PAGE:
At the 23rd annual European Union Contest for Young Scientists (EUCYS), three up-and-coming scientists from Ireland, Switzerland and Lithuania have taken home a total of €21,000 prize money.
The contest, set up by the European Commission, aims to identify young people who have an interest in science and provides encouragement as they embark on their scientific career path. This year, the winners beat 87 entries from 37 countries worldwide to the top prize with projects in computing, engineering and medicine.
The youngest winner, 16 year old Alexander Amini from Ireland, devised a tennis sensor data analysis system that automatically distinguishes between 13 different tennis stroke types. Alexander believes his computer software can be applied to all types of motion assessment scenarios such as, sports, physical therapy and emergency responses.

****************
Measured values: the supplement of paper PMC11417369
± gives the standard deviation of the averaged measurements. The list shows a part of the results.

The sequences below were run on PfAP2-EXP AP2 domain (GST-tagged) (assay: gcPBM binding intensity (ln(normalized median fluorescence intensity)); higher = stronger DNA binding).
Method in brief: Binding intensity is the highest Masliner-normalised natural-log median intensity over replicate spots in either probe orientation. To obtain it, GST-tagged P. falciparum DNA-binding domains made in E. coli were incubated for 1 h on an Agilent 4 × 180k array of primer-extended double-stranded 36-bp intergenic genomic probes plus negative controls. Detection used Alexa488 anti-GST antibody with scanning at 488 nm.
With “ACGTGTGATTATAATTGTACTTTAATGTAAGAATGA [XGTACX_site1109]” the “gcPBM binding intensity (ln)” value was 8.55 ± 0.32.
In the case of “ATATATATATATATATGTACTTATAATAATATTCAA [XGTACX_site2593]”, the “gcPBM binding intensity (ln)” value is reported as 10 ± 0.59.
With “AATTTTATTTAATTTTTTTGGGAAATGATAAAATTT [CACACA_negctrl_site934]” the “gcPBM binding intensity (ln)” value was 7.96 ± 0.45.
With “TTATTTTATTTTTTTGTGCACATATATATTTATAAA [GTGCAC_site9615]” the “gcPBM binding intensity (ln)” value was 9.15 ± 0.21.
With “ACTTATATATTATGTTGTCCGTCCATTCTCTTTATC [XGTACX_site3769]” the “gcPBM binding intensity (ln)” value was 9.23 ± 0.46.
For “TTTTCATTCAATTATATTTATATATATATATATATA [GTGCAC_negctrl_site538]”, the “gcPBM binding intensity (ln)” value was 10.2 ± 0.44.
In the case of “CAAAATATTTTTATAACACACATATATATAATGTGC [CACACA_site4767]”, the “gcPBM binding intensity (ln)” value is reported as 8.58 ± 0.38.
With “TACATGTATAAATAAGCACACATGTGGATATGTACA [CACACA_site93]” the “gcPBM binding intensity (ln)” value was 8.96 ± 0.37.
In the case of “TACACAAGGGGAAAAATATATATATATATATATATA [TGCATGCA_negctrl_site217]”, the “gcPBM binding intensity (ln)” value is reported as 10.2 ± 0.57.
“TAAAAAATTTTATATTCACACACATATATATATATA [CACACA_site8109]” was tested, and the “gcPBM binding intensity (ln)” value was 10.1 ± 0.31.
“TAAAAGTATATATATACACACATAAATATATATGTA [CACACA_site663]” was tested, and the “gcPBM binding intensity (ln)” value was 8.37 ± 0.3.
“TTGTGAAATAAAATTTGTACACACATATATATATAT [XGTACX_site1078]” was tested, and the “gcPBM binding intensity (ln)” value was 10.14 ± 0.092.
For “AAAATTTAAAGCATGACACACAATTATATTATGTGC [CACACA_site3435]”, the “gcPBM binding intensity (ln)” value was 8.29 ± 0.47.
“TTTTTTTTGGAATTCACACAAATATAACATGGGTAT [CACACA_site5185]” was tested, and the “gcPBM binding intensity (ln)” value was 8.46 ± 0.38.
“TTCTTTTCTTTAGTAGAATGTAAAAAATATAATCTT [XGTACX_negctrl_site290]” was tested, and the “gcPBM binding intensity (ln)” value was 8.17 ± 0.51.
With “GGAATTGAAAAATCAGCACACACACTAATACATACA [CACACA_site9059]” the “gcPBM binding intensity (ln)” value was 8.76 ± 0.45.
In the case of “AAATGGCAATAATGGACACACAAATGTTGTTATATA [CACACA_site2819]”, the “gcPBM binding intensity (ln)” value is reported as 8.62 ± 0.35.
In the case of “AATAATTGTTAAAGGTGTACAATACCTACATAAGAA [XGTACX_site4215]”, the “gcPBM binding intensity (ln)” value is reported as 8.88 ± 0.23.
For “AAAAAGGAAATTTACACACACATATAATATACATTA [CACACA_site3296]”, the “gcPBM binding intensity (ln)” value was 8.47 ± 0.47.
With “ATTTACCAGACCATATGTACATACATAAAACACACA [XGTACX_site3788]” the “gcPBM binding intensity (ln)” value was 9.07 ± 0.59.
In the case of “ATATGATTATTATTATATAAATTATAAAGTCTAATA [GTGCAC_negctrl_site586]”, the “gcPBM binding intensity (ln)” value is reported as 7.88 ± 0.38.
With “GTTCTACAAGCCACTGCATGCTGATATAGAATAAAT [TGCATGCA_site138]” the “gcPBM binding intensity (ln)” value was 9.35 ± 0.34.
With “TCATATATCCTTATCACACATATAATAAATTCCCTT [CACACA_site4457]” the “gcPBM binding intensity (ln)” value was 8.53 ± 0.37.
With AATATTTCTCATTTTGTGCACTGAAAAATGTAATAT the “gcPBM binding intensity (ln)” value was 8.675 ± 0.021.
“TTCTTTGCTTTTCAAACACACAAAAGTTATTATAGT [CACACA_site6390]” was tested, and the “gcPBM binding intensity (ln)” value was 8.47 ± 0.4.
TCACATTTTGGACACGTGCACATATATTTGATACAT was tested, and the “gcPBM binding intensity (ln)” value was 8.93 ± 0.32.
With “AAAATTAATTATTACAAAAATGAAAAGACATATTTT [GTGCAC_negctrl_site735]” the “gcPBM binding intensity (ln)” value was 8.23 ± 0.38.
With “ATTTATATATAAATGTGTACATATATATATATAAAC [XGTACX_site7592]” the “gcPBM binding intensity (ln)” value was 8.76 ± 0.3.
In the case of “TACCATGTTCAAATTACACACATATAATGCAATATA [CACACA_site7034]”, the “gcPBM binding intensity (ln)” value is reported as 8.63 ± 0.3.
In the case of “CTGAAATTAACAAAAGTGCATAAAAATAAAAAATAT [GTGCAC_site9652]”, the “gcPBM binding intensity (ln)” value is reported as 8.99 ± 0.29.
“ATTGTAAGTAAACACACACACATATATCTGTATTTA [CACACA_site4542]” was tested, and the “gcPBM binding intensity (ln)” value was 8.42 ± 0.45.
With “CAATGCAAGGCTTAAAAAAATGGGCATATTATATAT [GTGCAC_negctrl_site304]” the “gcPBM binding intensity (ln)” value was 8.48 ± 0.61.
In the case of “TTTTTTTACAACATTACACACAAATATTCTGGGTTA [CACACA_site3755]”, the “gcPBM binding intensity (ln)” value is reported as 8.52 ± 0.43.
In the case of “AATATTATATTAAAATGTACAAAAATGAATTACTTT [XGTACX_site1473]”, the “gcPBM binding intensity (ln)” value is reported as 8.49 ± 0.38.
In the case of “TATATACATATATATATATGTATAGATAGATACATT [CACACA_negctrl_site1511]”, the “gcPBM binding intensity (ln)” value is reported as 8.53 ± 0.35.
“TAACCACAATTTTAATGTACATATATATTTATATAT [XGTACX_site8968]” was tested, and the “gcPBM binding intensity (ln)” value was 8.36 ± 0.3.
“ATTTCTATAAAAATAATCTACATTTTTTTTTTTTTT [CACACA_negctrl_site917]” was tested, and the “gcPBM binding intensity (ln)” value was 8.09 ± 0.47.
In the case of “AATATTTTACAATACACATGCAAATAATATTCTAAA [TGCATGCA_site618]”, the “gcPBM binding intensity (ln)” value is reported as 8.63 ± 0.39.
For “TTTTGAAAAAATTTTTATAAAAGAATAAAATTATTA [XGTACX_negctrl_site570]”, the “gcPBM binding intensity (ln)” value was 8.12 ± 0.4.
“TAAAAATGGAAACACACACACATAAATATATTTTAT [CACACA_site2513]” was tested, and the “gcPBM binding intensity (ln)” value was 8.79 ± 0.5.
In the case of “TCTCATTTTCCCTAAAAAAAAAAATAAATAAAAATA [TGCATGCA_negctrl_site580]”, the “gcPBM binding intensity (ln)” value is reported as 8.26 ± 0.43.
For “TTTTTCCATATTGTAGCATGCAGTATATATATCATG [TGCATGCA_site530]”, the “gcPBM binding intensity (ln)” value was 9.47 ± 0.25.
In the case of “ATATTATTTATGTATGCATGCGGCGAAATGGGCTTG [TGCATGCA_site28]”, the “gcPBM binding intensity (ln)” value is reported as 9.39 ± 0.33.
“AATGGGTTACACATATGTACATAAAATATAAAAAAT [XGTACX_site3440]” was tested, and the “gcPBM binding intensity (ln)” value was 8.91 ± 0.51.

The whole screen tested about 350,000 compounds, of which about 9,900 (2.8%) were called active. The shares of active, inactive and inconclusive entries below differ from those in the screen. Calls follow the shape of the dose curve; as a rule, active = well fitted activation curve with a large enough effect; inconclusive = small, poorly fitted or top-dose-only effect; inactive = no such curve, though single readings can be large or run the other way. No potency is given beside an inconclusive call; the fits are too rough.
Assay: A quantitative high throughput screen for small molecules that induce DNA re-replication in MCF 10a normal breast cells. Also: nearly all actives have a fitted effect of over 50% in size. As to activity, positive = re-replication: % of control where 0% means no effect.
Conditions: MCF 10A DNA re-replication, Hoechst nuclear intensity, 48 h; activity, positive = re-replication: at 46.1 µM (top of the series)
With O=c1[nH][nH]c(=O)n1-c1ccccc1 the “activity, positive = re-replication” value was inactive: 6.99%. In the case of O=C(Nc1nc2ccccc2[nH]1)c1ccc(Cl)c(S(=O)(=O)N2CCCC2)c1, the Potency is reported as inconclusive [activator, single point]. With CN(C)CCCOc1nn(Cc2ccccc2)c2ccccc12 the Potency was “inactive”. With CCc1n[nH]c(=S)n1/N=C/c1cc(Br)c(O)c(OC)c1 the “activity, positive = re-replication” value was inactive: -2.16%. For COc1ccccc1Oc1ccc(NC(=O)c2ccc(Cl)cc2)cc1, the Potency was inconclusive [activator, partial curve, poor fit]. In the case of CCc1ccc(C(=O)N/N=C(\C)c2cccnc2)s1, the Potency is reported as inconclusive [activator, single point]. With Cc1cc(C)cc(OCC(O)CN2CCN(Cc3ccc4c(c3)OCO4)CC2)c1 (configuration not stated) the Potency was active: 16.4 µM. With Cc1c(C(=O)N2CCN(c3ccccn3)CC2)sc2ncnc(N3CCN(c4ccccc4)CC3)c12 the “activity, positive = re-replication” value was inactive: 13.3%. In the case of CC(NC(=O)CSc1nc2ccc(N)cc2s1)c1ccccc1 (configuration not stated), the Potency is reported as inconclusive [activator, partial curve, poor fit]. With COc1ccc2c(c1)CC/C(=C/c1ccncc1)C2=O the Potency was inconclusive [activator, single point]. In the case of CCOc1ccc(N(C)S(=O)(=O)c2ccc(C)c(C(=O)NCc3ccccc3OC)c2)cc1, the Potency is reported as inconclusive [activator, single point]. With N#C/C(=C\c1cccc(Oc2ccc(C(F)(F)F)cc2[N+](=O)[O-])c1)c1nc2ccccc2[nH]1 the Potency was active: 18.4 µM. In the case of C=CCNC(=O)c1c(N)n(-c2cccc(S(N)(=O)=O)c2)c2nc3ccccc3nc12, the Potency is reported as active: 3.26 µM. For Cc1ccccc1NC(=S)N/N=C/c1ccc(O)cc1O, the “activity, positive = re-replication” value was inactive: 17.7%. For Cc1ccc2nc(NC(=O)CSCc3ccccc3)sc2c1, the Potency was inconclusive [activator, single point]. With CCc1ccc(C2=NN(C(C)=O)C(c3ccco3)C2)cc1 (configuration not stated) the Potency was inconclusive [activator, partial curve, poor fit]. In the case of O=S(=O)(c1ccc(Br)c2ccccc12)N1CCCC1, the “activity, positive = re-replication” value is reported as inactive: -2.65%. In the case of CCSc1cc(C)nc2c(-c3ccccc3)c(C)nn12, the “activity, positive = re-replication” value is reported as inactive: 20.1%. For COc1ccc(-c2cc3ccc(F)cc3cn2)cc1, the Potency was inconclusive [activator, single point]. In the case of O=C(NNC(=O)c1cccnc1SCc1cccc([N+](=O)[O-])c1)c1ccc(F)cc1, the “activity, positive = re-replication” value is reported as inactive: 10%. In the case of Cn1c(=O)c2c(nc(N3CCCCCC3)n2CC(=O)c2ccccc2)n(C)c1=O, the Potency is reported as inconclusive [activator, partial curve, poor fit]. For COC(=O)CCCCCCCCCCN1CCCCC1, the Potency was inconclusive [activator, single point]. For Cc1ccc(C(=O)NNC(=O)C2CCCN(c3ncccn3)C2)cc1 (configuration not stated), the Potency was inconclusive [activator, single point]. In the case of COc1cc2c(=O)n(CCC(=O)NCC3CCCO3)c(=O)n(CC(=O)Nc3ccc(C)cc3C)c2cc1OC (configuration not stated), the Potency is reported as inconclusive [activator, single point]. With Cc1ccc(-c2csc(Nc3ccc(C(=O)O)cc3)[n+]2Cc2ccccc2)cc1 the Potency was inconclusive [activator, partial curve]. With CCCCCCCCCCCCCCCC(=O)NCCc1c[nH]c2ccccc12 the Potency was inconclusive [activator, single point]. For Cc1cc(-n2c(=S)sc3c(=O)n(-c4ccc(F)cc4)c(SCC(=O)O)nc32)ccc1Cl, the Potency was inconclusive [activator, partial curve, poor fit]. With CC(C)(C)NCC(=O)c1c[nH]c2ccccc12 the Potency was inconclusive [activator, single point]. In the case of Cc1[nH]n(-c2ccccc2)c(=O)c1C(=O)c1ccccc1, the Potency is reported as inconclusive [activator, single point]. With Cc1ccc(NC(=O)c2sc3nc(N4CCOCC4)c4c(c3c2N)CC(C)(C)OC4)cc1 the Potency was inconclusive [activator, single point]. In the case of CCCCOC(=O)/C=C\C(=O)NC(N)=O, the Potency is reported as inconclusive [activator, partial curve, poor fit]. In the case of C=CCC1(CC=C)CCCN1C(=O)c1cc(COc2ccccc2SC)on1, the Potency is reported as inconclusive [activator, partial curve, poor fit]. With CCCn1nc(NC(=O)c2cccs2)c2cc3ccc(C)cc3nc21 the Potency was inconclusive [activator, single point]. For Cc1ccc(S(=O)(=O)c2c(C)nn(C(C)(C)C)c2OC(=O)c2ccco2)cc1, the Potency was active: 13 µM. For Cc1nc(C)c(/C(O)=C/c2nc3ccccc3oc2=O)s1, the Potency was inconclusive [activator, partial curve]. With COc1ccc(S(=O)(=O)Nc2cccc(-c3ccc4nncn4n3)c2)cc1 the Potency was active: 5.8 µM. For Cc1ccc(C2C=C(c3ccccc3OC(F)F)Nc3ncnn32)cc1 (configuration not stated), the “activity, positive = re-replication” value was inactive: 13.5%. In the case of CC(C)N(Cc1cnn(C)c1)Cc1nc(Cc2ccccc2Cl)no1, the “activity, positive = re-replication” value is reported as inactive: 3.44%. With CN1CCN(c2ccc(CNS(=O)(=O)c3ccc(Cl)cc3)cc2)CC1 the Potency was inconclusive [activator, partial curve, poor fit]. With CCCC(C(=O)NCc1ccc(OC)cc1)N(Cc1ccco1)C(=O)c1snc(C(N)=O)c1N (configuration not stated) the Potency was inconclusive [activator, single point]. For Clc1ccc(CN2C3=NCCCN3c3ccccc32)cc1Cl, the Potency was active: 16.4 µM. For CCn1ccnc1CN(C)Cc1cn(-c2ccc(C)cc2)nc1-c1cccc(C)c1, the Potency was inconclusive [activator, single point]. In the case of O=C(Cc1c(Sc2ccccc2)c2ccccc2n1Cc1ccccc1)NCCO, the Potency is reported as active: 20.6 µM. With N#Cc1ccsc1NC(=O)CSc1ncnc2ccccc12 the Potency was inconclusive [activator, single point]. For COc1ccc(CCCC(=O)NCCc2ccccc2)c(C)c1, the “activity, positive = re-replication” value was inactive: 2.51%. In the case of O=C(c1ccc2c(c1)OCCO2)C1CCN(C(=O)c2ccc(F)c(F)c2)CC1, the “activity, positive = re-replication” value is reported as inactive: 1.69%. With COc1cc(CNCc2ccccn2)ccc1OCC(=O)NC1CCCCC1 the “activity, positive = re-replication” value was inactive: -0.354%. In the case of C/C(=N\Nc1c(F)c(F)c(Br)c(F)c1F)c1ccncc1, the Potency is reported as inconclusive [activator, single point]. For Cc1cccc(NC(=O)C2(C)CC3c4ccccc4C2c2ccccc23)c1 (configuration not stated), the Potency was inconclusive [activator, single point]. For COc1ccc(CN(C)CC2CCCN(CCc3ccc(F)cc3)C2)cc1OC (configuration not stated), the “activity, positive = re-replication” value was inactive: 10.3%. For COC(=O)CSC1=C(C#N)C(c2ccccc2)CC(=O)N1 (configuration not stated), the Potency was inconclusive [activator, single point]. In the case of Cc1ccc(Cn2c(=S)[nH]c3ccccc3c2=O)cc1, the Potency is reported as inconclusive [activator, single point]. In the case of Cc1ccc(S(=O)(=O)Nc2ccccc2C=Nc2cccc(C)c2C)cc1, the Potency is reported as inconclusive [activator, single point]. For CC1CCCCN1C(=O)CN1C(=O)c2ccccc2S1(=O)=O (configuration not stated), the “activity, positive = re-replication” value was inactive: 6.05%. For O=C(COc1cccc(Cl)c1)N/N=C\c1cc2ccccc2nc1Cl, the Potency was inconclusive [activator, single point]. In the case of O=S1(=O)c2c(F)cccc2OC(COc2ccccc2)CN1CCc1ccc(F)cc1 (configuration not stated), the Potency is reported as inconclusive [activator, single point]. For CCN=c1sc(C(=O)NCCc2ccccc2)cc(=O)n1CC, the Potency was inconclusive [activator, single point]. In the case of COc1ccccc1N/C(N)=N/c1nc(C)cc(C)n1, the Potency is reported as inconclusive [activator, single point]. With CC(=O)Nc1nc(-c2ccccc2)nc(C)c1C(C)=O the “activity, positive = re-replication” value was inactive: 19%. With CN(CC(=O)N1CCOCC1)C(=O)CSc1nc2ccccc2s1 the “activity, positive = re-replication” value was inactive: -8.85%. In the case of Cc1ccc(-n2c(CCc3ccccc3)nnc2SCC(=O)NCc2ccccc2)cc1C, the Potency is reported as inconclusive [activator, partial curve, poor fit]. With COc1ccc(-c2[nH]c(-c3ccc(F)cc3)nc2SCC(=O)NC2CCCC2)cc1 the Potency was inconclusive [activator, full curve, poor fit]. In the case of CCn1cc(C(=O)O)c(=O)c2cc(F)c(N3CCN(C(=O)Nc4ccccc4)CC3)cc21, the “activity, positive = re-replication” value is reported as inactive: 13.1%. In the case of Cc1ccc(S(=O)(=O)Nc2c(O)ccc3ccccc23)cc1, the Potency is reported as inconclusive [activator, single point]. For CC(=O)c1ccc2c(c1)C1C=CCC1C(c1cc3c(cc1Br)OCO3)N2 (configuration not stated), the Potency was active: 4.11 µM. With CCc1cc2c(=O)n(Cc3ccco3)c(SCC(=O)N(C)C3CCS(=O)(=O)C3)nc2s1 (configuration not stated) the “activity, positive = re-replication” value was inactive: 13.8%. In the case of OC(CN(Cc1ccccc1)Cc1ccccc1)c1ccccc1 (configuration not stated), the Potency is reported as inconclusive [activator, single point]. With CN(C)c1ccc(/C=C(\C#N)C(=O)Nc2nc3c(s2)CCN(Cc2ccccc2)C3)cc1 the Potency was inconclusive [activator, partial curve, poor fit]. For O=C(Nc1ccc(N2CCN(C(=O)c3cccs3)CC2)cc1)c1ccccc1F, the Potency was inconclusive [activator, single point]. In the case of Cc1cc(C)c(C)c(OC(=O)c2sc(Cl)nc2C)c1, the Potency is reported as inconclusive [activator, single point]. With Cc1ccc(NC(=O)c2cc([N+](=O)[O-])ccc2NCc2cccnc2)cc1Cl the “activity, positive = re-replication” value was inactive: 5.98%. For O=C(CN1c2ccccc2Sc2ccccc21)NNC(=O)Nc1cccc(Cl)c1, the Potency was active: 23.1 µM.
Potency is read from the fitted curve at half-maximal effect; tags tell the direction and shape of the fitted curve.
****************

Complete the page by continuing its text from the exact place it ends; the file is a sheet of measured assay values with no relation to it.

Elsewhere, 19 year old engineer from Switzerland, Pius Markus Theiler, invented a revolutionary commercial device for climbing which enhances the safety for climbers and labourers who work high above the ground. The final winner, Povilas Kavaliauskas, aged 18 from Lithuania conducted medical research into the role of houseflies in spreading antibiotic resistant bacteria, discovering that houseflies do not transmit bacteria over long distances.
Máire Geoghegan-Quinn, European Commissioner for Research, Innovation and Science, and guest speaker at EUCYS, urged young people to pursue science related careers with the hope to one day support major scientific breakthroughs. "Young, talented researchers will help shape our future. We need to find answers to society's biggest challenges such as climate change, finding sustainable sources of energy, feeding the world or fighting disease” said Máire.
The international jury panel has granted an additional three teams from Israel, Germany and Malta to represent Europe region at Intel ISEF 2012. The teams, specialising in engineering and mathematics, were selected by the judging panel, Tapio Kosunen, State Secretary from the Ministry of Education and Science of the Government of Finland; Anneli Pauli, the European Commission’s Deputy Director-General for Research and Innovation; and Professor Maria Ana Viana-Baptista, the President of the Jury.
More information about the EU Contest for Young Scientists can be found at: http://ec.europa.eu/research/youngscientists/index_en.cfm